The new amendment grants Gotbaum his wish. The per-participant premium would be doubled, from the current $13 a head to $26, and it would take affect at the beginning of January.

The PBGC would have more than a year to collect the new premiums and report to Congress, by June of 2016, what affect the increases have had on its 10- to 20-year funding obligations.

If the premium increase proves insufficient, the law then says the PBGC must propose a revised premium schedule.

In effect, that would give PBGC the authority to set premiums that it has been asking the Obama administration to grant it.

4. Critical and declining status

The PPA famously created funding status zones (critical, seriously endangered, endangered and healthy), classifying a plan’s state of health and imposing certain requirements upon those plans most underfunded.

The new law creates a new plan status: “critical and declining.”

Plans fall into the new classification if they are projected to become insolvent in the next 15 years, or if they are expected to be insolvent in 20 years and have a ratio of inactive-to-active participants exceeding 2 to 1, or if the plan is less than 80 percent funded.

5. Benefit suspensions

The new classification of underfunded plans leads into what will likely be the law’s most-disputed provision.

Plans in critical and declining status can now apply to Treasury to voluntarily suspend benefits.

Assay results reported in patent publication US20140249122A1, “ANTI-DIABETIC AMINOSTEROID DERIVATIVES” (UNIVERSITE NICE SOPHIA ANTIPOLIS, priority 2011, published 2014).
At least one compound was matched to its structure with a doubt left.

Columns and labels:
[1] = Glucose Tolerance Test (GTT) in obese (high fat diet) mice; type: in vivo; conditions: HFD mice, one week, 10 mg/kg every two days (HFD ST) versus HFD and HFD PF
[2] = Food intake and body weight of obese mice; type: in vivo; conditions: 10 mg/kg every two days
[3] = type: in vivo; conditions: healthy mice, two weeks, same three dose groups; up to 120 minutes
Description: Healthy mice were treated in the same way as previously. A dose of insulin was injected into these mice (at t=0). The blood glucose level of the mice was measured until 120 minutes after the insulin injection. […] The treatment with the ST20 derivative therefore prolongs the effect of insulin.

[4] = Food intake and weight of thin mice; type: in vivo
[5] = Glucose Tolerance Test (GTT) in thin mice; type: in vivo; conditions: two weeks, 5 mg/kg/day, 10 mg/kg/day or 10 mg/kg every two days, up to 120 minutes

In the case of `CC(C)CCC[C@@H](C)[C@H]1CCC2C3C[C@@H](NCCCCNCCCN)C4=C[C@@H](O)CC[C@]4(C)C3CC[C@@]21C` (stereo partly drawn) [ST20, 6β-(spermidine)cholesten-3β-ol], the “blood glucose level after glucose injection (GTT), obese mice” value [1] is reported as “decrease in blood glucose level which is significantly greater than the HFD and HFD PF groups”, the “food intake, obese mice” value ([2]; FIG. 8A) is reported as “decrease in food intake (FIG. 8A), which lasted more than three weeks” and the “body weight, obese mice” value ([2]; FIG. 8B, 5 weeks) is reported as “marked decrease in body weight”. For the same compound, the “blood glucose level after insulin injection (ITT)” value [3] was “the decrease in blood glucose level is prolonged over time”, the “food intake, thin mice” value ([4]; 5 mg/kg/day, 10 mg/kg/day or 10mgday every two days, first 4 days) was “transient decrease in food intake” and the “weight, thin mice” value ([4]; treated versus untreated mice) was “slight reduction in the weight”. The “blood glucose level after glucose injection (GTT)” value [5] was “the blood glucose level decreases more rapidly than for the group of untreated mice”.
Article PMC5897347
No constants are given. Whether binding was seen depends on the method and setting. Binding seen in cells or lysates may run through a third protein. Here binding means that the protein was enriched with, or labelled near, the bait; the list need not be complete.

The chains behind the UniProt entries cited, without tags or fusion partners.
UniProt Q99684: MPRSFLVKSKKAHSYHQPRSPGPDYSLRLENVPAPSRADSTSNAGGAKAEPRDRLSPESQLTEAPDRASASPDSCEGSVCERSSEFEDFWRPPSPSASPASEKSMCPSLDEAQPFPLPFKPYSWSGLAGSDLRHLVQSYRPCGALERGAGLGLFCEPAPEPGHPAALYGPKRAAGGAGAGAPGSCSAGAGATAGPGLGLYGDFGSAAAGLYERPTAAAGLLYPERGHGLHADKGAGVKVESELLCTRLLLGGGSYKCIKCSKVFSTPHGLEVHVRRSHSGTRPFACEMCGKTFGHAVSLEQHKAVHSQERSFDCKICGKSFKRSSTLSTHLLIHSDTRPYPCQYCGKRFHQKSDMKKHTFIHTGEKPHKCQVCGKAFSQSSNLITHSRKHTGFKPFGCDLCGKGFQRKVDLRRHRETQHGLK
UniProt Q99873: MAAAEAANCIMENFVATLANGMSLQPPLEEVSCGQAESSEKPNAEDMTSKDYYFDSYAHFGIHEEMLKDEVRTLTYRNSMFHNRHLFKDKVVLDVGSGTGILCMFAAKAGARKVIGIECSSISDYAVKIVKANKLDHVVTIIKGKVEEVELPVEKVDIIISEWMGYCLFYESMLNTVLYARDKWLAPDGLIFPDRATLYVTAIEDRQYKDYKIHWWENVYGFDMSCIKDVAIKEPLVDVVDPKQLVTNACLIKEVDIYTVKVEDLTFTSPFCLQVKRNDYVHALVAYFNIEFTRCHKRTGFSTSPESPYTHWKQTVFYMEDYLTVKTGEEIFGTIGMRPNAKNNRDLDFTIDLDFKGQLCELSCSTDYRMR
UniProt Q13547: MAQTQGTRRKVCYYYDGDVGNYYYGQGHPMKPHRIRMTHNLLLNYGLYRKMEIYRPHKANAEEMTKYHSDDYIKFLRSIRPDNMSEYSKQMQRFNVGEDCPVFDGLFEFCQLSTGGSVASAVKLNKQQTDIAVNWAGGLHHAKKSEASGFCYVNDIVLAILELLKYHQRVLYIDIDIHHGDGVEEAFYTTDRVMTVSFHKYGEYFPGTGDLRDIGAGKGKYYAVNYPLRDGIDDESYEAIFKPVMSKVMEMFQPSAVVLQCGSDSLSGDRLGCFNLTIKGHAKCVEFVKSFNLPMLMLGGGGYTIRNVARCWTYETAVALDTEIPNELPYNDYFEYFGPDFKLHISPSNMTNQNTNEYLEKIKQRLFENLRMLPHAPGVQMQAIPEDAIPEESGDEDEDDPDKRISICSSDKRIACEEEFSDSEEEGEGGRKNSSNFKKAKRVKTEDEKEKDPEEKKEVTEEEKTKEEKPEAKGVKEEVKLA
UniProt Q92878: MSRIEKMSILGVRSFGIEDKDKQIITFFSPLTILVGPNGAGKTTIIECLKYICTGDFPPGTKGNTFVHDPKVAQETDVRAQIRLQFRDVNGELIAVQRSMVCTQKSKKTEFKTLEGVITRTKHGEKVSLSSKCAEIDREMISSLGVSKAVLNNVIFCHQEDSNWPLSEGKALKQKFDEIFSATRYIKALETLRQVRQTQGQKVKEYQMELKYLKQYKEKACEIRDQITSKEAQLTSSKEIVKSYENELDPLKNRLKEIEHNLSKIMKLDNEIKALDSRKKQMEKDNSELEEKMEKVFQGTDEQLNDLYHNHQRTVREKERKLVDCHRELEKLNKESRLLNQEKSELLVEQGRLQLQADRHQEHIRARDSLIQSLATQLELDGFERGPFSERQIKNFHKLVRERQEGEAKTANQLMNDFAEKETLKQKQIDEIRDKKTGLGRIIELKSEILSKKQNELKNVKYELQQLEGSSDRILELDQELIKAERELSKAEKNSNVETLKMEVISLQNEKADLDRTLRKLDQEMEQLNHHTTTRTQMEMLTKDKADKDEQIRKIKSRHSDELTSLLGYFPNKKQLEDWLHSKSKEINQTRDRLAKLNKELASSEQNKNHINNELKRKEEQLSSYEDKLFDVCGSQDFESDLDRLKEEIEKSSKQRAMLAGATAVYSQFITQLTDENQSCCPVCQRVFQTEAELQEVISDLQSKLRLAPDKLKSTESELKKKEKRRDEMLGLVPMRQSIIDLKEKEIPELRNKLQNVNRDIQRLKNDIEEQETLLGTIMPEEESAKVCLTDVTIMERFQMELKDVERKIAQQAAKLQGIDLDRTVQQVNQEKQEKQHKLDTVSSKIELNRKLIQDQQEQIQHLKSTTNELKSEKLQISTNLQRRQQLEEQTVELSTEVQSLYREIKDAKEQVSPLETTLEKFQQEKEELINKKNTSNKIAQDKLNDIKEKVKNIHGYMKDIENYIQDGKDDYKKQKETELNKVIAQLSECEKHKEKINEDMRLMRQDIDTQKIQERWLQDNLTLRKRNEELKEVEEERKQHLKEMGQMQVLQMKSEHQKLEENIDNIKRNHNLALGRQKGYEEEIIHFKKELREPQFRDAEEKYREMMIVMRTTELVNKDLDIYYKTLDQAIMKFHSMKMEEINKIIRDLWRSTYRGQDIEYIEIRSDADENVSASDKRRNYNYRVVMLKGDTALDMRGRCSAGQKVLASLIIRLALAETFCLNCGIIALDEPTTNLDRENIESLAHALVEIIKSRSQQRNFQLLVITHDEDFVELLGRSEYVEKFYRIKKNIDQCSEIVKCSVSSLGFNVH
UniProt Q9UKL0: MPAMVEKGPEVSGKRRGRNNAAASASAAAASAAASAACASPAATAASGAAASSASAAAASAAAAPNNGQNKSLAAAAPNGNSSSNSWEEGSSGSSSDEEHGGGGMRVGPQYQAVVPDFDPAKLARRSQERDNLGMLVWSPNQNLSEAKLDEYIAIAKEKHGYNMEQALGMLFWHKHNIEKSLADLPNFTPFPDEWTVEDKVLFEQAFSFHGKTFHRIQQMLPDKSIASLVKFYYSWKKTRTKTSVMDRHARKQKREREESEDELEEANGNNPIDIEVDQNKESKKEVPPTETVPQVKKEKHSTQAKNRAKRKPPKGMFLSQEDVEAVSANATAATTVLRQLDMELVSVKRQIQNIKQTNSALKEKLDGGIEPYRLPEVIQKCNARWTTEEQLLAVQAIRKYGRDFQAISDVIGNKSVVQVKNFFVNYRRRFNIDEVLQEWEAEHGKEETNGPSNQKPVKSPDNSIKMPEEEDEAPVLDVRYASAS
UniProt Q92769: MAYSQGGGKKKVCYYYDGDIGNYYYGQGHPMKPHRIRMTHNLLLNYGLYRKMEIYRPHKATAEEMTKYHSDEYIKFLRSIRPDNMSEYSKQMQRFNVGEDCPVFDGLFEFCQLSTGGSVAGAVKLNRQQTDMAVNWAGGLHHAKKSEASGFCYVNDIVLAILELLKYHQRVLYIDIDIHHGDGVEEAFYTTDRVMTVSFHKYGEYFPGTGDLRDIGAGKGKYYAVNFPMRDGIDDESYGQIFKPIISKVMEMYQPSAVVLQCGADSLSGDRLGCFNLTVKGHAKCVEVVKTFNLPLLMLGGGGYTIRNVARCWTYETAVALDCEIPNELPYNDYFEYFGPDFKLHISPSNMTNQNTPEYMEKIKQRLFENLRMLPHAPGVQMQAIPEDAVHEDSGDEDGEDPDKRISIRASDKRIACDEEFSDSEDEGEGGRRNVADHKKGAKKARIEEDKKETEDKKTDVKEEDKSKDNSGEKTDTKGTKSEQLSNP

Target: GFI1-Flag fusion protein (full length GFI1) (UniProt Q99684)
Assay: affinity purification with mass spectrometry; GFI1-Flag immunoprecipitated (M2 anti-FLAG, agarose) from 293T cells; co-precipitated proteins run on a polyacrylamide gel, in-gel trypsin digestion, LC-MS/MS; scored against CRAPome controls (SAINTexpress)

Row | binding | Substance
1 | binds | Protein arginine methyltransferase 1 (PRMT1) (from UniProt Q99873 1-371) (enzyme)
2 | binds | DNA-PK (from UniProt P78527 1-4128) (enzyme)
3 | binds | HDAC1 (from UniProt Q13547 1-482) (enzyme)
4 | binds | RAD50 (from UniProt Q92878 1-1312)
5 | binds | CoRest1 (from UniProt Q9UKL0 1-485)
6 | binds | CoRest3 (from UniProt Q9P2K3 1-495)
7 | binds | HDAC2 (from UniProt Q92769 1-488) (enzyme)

That means plan trustees now have the power to cut existing retirees’ pensions, subject to several limitations.

For one, no benefit can be cut below 110 percent of the PBGC’s guaranty, the highest of which is about $13,000 annually.

Benefit suspension will be phased out for those retirees age 75 at the time of implementation, and those age 80 and older will not be affected. All disability pensions are exempted as well.

Trustees will be required to take age, number of years of service, and participants’ benefit histories into account when assessing suspensions. 

They’ll also have to seek approval from Treasury, which must approve the cuts within 225 days after the sponsor’s application.

If Treasury, in consultation with the Department of Labor and PBGC, approves the benefit cuts, the decision will be subject to a vote by union members within 30 days of the decision. 

A majority of all participants — and beneficiaries — will be required to override the cuts. However, if participants do vote down the cuts, Treasury has 14 days to determine whether the plan is “systemically” important, defined as resulting in $1 billion or more in liability costs to PBGC unless the benefit suspensions are implemented.

If deemed systemically important, Treasury then will have the power to implement the benefit suspensions, or modify them in a manner that would avert the plan’s insolvency. In other words, the government gets the last word on benefit cuts. 

See also:

State of the industry: 5 annuity insights for 2015

Close to half of workers retire earlier than planned [charts]